In higher plants, DNA transfer from the plastid (chloroplast) genome to the nucleus is a frequent, ongoing process. However, there has been uncertainty over whether this transfer occurs by a direct DNA mechanism or whether RNA intermediates are involved. Previous experiments utilising transplastomic Nicotiana tabacum (tp7 and tp17) enabled the detection of plastid-to-nucleus transfer in real time. To determine whether RNA intermediates are involved in this transfer, transplastomic lines (tpneoACG) were generated containing, in their plastid genomes, a nuclear promoter-driven kanamycin resistance gene (neo) with a start codon that required plastid RNA editing but otherwise identical to tp7 and tp17. Therefore it was expected that kanamycin resistance would only be acquired following RNA-mediated transfer of neo to the nucleus. Screening of tpneoACG progeny revealed several kanamycin-resistant plants, each of which contained the neo gene located in the nucleus. Surprisingly, neo was unedited in all these plants, indicating that neoACG was active in the absence of an edited start codon and suggesting that RNA intermediates were not involved in the transfers. However, analysis of tpneoACG revealed that only a low proportion of transcripts potentially able to mediate neo transfer were edited, thus precluding unequivocal conclusions regarding the role of RNA in plastid-to-nucleus transfer. The low proportion of edited transcripts was found to be due to predominant antisense neo transcripts, rather than to low editing efficiency of the sense transcripts. This study highlights a number of important considerations in the design of experiments utilising plastid RNA editing. The results also suggest that RNA editing sites reduce but do not eliminate functional plastid-to-nucleus gene transfer. This is relevant both in an evolutionary context and in placing RNA editing-dependent genes in the plastid genome as a means of transgene containment.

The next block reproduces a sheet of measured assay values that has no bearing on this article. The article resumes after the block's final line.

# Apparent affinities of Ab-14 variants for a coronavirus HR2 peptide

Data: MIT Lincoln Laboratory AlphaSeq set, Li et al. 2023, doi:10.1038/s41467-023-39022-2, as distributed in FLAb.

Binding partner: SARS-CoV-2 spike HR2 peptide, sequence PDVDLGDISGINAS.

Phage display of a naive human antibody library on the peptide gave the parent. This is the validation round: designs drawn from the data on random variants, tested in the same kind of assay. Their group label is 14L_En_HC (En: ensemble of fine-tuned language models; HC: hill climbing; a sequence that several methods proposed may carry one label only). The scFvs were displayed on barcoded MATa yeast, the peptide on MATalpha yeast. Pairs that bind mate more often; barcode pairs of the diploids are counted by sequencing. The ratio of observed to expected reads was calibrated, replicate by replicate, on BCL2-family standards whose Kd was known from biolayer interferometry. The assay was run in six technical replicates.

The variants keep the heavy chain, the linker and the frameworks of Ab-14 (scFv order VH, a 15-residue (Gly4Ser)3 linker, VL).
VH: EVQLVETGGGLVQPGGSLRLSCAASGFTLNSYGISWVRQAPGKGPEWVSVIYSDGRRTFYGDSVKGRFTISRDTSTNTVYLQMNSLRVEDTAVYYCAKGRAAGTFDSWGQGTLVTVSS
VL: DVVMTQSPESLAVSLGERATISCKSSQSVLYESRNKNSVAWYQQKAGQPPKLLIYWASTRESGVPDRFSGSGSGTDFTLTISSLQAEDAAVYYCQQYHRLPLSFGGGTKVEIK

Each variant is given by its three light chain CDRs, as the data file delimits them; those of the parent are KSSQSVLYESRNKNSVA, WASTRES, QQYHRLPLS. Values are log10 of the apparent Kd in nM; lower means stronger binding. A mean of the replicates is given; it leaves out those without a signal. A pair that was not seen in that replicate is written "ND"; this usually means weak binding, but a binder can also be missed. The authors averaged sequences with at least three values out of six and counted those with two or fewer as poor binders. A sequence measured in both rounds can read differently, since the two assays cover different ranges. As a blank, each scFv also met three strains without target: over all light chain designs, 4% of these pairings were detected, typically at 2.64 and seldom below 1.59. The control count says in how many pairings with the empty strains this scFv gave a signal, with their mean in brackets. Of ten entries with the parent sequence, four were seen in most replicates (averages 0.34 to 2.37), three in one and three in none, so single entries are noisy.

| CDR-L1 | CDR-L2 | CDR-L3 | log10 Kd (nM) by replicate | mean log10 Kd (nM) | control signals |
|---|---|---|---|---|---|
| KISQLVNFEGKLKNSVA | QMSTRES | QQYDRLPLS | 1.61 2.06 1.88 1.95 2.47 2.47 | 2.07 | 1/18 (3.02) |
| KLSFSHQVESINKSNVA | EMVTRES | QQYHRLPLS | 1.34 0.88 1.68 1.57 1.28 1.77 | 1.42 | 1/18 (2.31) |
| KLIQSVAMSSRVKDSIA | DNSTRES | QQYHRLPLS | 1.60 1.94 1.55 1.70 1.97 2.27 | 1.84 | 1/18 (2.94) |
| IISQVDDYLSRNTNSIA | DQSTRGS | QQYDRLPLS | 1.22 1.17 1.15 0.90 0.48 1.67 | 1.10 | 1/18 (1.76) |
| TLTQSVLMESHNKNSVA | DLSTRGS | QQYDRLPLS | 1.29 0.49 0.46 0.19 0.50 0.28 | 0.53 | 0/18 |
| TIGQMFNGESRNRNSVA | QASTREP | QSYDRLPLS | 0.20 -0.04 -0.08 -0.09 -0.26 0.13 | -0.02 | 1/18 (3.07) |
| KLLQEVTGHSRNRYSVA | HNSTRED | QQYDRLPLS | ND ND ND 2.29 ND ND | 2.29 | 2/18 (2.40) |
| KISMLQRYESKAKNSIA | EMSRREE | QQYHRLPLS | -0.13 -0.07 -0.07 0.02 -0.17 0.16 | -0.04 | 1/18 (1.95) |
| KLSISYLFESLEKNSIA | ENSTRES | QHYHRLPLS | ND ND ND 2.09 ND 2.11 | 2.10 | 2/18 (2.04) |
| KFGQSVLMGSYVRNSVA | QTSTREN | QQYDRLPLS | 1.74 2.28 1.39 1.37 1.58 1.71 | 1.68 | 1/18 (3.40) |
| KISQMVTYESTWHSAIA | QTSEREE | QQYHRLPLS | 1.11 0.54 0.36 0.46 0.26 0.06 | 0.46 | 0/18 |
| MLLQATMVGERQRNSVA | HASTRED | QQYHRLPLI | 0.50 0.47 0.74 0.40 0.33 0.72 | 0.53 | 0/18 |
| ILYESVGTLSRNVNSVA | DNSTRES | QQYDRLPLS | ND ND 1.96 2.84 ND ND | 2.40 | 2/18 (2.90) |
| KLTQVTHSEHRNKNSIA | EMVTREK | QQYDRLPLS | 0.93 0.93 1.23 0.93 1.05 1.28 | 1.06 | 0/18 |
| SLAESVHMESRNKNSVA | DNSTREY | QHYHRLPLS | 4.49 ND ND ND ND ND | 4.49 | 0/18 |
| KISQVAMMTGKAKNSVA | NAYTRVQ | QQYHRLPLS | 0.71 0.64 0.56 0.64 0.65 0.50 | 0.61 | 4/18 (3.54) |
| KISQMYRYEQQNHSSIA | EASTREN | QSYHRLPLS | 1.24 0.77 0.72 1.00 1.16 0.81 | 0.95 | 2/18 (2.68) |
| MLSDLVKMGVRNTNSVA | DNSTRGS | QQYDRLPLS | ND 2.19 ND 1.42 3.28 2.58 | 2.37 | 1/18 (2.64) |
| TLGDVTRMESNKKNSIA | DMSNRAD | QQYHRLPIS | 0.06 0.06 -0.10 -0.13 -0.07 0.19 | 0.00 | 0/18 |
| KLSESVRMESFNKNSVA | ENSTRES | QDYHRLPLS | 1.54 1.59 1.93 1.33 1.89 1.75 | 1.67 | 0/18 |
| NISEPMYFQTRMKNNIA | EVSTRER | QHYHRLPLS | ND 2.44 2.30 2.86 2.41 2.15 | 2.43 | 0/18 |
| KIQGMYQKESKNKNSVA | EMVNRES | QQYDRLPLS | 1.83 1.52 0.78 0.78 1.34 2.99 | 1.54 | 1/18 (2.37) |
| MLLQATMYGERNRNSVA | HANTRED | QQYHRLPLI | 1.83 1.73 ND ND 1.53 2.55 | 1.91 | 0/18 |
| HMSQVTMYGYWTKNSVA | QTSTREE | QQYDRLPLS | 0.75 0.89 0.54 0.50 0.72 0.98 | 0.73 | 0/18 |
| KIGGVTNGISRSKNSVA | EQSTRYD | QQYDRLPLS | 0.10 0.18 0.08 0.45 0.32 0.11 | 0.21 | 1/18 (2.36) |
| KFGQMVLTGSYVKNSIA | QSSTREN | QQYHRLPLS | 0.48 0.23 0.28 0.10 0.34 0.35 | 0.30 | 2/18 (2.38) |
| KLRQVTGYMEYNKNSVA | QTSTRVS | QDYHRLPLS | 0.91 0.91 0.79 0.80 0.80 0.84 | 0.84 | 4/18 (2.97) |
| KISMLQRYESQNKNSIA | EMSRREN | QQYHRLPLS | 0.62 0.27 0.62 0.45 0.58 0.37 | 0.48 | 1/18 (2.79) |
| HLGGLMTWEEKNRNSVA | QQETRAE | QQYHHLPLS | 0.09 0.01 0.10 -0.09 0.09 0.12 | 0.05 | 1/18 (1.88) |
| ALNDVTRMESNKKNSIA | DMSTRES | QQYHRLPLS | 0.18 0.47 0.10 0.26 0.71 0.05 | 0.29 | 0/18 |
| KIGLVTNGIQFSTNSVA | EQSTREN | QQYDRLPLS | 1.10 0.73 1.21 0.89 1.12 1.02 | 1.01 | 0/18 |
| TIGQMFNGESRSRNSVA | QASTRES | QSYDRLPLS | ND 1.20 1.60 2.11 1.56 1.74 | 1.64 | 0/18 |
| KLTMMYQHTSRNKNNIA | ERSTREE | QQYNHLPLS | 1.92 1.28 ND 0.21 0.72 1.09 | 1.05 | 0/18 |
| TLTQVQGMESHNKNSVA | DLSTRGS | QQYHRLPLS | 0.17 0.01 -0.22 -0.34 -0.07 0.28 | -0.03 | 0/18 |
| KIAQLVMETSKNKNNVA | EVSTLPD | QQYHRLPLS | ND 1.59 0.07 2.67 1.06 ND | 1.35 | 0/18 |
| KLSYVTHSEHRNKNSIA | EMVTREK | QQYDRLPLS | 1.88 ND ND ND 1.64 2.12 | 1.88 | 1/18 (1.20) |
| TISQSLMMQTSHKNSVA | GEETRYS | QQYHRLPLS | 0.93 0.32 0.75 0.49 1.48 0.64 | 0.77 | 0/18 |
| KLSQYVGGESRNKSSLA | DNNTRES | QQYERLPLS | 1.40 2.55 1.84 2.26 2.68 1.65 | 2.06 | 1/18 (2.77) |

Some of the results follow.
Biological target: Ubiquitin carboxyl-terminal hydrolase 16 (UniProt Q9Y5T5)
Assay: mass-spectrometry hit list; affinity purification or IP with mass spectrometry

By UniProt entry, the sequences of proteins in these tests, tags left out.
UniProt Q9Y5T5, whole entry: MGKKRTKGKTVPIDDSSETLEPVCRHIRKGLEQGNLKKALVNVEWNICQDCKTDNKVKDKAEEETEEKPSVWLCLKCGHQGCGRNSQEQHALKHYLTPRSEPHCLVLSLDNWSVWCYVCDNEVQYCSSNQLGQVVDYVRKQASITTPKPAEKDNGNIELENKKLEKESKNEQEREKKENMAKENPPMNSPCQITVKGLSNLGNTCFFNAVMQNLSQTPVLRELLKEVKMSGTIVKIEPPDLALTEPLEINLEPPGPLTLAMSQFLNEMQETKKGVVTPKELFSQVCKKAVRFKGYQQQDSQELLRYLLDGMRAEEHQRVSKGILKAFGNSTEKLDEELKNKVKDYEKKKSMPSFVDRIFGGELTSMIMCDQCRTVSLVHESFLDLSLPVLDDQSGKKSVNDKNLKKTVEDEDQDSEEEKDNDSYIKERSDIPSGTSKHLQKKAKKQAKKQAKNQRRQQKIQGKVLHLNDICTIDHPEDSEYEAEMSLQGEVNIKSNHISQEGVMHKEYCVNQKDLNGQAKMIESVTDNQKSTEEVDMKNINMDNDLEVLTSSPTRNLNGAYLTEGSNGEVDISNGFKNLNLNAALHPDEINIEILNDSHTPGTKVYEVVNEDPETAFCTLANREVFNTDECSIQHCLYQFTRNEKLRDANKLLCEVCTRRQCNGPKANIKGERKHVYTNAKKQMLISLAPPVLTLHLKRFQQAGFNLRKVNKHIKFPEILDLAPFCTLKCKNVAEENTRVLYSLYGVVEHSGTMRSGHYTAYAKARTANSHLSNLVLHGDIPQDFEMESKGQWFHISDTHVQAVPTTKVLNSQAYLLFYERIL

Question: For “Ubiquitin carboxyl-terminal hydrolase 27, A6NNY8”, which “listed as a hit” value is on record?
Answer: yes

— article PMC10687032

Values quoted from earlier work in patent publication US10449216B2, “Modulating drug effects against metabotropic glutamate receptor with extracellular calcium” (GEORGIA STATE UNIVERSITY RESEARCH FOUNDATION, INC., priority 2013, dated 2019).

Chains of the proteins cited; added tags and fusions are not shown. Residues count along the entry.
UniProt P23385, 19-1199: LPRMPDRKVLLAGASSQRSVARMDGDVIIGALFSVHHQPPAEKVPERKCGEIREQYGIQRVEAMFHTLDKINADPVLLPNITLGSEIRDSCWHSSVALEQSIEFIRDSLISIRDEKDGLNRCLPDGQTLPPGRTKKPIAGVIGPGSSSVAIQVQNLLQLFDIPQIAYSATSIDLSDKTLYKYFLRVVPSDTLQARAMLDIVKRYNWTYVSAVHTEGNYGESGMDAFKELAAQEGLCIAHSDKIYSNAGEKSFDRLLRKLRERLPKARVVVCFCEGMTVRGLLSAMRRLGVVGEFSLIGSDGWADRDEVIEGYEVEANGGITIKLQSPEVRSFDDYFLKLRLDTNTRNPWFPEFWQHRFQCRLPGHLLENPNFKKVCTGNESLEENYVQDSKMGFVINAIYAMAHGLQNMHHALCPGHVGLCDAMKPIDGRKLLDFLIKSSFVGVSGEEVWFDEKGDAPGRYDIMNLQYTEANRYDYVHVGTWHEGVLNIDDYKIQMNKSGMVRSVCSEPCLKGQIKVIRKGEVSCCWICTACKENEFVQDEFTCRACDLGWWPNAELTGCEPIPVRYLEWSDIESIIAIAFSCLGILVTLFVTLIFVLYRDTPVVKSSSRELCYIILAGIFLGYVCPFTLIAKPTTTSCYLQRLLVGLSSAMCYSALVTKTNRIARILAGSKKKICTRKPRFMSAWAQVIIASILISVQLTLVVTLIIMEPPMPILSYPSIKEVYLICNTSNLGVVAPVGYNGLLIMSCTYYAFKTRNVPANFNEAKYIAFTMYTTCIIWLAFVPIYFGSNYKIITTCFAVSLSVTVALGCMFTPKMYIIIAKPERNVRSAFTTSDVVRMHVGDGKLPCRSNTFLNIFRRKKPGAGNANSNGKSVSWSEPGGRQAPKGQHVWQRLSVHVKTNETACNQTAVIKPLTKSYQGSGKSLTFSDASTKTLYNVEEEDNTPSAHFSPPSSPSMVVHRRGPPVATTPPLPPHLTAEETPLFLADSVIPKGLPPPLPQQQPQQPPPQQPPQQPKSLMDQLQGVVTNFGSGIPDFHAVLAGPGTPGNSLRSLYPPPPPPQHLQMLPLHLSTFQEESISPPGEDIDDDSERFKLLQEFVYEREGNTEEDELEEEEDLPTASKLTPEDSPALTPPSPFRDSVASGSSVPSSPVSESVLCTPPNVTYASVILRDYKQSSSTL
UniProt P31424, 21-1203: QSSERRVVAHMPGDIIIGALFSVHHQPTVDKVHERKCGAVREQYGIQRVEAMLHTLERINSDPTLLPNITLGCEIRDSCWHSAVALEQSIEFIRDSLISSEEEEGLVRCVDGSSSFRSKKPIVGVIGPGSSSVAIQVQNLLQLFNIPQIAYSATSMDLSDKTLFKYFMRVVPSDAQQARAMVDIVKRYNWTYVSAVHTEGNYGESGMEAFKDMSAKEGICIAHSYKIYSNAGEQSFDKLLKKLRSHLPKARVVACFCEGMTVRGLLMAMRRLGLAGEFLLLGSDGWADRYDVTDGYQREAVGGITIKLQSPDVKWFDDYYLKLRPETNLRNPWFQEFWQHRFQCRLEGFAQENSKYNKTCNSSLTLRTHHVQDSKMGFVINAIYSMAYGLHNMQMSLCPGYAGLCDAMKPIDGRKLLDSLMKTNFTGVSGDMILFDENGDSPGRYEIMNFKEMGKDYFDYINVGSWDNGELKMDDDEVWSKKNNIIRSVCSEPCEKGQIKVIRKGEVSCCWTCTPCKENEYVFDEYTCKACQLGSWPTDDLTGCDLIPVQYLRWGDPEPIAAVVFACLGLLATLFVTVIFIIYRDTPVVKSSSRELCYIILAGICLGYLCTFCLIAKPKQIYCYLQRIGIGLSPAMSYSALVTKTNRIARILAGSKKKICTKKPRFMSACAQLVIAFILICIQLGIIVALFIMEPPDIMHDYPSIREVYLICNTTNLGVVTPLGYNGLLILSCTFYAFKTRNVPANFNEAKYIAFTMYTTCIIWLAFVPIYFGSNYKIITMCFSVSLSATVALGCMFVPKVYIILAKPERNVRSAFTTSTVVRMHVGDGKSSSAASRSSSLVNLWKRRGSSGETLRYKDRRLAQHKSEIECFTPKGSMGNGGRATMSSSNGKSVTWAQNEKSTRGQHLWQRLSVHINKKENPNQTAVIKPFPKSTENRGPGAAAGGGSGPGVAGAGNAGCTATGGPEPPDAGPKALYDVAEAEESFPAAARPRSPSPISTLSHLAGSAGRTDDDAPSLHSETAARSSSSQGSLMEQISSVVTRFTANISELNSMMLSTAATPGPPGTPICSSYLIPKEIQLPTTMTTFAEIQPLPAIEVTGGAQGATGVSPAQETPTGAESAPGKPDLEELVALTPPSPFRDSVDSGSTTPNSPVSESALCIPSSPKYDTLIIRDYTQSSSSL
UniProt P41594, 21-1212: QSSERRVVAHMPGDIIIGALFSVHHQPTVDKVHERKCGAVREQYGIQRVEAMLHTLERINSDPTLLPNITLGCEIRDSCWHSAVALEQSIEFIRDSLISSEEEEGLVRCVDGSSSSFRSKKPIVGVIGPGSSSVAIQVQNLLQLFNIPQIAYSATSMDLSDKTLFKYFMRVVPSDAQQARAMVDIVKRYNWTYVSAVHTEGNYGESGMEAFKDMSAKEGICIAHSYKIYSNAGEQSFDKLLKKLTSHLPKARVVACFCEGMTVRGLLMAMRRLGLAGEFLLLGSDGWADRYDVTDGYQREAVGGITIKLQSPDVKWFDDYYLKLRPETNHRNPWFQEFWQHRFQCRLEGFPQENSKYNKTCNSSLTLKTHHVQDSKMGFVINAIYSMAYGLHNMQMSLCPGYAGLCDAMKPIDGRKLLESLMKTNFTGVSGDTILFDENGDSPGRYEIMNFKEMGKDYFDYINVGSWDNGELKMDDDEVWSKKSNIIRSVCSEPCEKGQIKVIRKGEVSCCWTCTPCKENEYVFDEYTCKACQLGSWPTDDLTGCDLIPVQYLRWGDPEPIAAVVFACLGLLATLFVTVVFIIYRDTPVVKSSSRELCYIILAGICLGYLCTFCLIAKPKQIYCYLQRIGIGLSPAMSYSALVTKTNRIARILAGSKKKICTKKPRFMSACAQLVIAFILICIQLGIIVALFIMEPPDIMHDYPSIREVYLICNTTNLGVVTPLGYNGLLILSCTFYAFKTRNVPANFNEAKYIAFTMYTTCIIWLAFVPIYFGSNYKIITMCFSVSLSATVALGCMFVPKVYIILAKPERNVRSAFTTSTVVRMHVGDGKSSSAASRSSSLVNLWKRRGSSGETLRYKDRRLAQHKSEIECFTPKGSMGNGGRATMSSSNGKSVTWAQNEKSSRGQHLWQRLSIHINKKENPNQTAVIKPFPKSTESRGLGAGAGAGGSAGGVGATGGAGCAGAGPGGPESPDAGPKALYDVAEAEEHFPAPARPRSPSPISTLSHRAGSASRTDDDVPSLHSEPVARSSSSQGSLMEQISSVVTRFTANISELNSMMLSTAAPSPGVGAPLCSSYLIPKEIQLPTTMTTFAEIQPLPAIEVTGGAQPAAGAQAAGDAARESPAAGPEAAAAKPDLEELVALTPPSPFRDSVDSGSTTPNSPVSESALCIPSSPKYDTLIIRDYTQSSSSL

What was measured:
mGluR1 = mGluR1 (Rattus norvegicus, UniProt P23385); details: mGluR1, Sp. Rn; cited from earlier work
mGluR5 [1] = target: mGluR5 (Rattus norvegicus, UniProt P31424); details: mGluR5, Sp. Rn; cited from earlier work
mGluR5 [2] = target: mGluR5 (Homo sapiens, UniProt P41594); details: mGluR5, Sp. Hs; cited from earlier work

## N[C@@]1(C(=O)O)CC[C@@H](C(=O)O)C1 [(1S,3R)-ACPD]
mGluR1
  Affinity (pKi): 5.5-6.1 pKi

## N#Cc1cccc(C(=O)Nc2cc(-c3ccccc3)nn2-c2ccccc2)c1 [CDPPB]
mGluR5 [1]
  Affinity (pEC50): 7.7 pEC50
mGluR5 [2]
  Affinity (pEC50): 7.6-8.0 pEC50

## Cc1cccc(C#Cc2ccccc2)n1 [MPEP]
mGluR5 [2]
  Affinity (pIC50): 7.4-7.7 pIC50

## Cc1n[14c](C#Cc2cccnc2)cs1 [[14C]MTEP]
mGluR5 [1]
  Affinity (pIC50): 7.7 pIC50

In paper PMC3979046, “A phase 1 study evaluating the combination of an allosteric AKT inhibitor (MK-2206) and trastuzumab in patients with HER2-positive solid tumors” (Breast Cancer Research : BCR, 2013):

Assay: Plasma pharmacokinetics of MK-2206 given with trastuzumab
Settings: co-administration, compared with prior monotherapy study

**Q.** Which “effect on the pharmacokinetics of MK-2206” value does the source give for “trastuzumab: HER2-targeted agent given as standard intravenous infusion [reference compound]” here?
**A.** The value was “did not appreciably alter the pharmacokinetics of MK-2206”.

© Springer Science+Business Media B.V. 2011